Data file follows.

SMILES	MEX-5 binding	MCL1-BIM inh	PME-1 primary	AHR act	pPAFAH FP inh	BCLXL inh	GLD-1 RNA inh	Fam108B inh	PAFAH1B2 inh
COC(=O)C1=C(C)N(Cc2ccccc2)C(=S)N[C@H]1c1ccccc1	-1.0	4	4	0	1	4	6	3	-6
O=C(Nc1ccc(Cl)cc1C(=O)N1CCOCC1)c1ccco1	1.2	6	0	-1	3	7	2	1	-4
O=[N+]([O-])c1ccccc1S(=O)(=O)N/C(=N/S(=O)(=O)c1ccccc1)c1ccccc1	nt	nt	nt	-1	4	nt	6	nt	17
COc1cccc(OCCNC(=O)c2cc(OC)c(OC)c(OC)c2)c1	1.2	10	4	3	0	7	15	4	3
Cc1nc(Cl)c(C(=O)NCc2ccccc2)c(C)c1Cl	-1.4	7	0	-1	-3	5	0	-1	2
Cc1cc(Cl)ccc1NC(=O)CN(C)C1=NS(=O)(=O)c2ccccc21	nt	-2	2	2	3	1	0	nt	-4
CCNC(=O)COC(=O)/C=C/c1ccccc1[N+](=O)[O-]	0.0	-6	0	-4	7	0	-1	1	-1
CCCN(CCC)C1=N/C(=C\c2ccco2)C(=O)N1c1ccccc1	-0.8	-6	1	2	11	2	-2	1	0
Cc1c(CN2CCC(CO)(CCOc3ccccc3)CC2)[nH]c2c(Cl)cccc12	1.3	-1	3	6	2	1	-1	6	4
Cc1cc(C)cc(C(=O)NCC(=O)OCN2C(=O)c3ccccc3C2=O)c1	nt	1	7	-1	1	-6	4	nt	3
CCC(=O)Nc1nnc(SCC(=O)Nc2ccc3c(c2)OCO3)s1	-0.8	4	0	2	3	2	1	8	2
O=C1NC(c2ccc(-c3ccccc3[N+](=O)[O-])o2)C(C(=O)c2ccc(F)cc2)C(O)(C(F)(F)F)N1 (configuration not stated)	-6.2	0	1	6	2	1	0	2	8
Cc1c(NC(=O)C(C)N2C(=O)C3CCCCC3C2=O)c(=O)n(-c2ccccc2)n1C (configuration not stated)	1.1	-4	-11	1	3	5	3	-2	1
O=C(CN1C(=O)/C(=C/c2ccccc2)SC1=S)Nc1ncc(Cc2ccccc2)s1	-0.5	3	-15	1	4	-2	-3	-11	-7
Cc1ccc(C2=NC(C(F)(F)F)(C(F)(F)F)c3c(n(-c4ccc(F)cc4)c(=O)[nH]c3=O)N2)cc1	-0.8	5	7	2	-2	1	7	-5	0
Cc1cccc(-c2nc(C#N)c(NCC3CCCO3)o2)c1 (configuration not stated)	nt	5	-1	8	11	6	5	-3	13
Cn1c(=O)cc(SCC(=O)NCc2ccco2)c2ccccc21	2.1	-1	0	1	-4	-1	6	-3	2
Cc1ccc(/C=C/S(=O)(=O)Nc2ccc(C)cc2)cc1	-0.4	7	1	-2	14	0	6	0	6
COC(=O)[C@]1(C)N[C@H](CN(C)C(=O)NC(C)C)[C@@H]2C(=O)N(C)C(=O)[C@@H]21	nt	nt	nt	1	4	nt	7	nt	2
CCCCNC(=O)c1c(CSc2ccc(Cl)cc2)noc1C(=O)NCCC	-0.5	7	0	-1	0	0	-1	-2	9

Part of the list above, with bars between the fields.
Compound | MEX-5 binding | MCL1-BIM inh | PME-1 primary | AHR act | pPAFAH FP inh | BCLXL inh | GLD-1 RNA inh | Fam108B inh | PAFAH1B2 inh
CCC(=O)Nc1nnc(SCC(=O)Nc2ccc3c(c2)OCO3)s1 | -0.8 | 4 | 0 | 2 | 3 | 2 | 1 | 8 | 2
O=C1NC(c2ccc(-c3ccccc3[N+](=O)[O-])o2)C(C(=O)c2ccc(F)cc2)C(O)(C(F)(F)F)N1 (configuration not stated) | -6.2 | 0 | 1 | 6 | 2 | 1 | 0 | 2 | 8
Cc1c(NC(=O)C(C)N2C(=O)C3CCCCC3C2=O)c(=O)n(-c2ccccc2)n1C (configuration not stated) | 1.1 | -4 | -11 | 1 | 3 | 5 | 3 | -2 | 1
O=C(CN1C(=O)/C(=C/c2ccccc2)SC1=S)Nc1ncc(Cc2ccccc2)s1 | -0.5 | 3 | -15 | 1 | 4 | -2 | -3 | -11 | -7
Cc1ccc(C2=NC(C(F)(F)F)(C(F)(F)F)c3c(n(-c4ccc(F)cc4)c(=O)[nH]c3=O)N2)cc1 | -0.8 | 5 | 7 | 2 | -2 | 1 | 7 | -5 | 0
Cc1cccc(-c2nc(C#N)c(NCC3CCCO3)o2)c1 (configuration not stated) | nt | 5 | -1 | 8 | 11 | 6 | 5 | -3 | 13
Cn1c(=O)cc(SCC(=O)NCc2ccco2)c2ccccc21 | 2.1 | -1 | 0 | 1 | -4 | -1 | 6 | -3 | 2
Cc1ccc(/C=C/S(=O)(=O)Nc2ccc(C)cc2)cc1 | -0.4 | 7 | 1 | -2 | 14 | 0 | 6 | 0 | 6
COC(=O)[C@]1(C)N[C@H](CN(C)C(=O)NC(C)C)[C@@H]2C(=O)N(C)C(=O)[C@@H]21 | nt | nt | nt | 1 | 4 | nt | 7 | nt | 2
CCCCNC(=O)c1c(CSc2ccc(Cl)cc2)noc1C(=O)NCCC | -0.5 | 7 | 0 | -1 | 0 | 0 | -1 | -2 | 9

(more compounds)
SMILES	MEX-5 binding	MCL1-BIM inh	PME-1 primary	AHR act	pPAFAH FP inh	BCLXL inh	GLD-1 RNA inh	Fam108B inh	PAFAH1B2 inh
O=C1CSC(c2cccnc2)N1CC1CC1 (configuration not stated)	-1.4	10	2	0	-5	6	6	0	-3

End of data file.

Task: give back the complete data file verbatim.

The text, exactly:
SMILES	MEX-5 binding	MCL1-BIM inh	PME-1 primary	AHR act	pPAFAH FP inh	BCLXL inh	GLD-1 RNA inh	Fam108B inh	PAFAH1B2 inh
COC(=O)C1=C(C)N(Cc2ccccc2)C(=S)N[C@H]1c1ccccc1	-1.0	4	4	0	1	4	6	3	-6
O=C(Nc1ccc(Cl)cc1C(=O)N1CCOCC1)c1ccco1	1.2	6	0	-1	3	7	2	1	-4
O=[N+]([O-])c1ccccc1S(=O)(=O)N/C(=N/S(=O)(=O)c1ccccc1)c1ccccc1	nt	nt	nt	-1	4	nt	6	nt	17
COc1cccc(OCCNC(=O)c2cc(OC)c(OC)c(OC)c2)c1	1.2	10	4	3	0	7	15	4	3
Cc1nc(Cl)c(C(=O)NCc2ccccc2)c(C)c1Cl	-1.4	7	0	-1	-3	5	0	-1	2
Cc1cc(Cl)ccc1NC(=O)CN(C)C1=NS(=O)(=O)c2ccccc21	nt	-2	2	2	3	1	0	nt	-4
CCNC(=O)COC(=O)/C=C/c1ccccc1[N+](=O)[O-]	0.0	-6	0	-4	7	0	-1	1	-1
CCCN(CCC)C1=N/C(=C\c2ccco2)C(=O)N1c1ccccc1	-0.8	-6	1	2	11	2	-2	1	0
Cc1c(CN2CCC(CO)(CCOc3ccccc3)CC2)[nH]c2c(Cl)cccc12	1.3	-1	3	6	2	1	-1	6	4
Cc1cc(C)cc(C(=O)NCC(=O)OCN2C(=O)c3ccccc3C2=O)c1	nt	1	7	-1	1	-6	4	nt	3
CCC(=O)Nc1nnc(SCC(=O)Nc2ccc3c(c2)OCO3)s1	-0.8	4	0	2	3	2	1	8	2
O=C1NC(c2ccc(-c3ccccc3[N+](=O)[O-])o2)C(C(=O)c2ccc(F)cc2)C(O)(C(F)(F)F)N1 (configuration not stated)	-6.2	0	1	6	2	1	0	2	8
Cc1c(NC(=O)C(C)N2C(=O)C3CCCCC3C2=O)c(=O)n(-c2ccccc2)n1C (configuration not stated)	1.1	-4	-11	1	3	5	3	-2	1
O=C(CN1C(=O)/C(=C/c2ccccc2)SC1=S)Nc1ncc(Cc2ccccc2)s1	-0.5	3	-15	1	4	-2	-3	-11	-7
Cc1ccc(C2=NC(C(F)(F)F)(C(F)(F)F)c3c(n(-c4ccc(F)cc4)c(=O)[nH]c3=O)N2)cc1	-0.8	5	7	2	-2	1	7	-5	0
Cc1cccc(-c2nc(C#N)c(NCC3CCCO3)o2)c1 (configuration not stated)	nt	5	-1	8	11	6	5	-3	13
Cn1c(=O)cc(SCC(=O)NCc2ccco2)c2ccccc21	2.1	-1	0	1	-4	-1	6	-3	2
Cc1ccc(/C=C/S(=O)(=O)Nc2ccc(C)cc2)cc1	-0.4	7	1	-2	14	0	6	0	6
COC(=O)[C@]1(C)N[C@H](CN(C)C(=O)NC(C)C)[C@@H]2C(=O)N(C)C(=O)[C@@H]21	nt	nt	nt	1	4	nt	7	nt	2
CCCCNC(=O)c1c(CSc2ccc(Cl)cc2)noc1C(=O)NCCC	-0.5	7	0	-1	0	0	-1	-2	9

Part of the list above, with bars between the fields.
Compound | MEX-5 binding | MCL1-BIM inh | PME-1 primary | AHR act | pPAFAH FP inh | BCLXL inh | GLD-1 RNA inh | Fam108B inh | PAFAH1B2 inh
CCC(=O)Nc1nnc(SCC(=O)Nc2ccc3c(c2)OCO3)s1 | -0.8 | 4 | 0 | 2 | 3 | 2 | 1 | 8 | 2
O=C1NC(c2ccc(-c3ccccc3[N+](=O)[O-])o2)C(C(=O)c2ccc(F)cc2)C(O)(C(F)(F)F)N1 (configuration not stated) | -6.2 | 0 | 1 | 6 | 2 | 1 | 0 | 2 | 8
Cc1c(NC(=O)C(C)N2C(=O)C3CCCCC3C2=O)c(=O)n(-c2ccccc2)n1C (configuration not stated) | 1.1 | -4 | -11 | 1 | 3 | 5 | 3 | -2 | 1
O=C(CN1C(=O)/C(=C/c2ccccc2)SC1=S)Nc1ncc(Cc2ccccc2)s1 | -0.5 | 3 | -15 | 1 | 4 | -2 | -3 | -11 | -7
Cc1ccc(C2=NC(C(F)(F)F)(C(F)(F)F)c3c(n(-c4ccc(F)cc4)c(=O)[nH]c3=O)N2)cc1 | -0.8 | 5 | 7 | 2 | -2 | 1 | 7 | -5 | 0
Cc1cccc(-c2nc(C#N)c(NCC3CCCO3)o2)c1 (configuration not stated) | nt | 5 | -1 | 8 | 11 | 6 | 5 | -3 | 13
Cn1c(=O)cc(SCC(=O)NCc2ccco2)c2ccccc21 | 2.1 | -1 | 0 | 1 | -4 | -1 | 6 | -3 | 2
Cc1ccc(/C=C/S(=O)(=O)Nc2ccc(C)cc2)cc1 | -0.4 | 7 | 1 | -2 | 14 | 0 | 6 | 0 | 6
COC(=O)[C@]1(C)N[C@H](CN(C)C(=O)NC(C)C)[C@@H]2C(=O)N(C)C(=O)[C@@H]21 | nt | nt | nt | 1 | 4 | nt | 7 | nt | 2
CCCCNC(=O)c1c(CSc2ccc(Cl)cc2)noc1C(=O)NCCC | -0.5 | 7 | 0 | -1 | 0 | 0 | -1 | -2 | 9

(more compounds)
SMILES	MEX-5 binding	MCL1-BIM inh	PME-1 primary	AHR act	pPAFAH FP inh	BCLXL inh	GLD-1 RNA inh	Fam108B inh	PAFAH1B2 inh
O=C1CSC(c2cccnc2)N1CC1CC1 (configuration not stated)	-1.4	10	2	0	-5	6	6	0	-3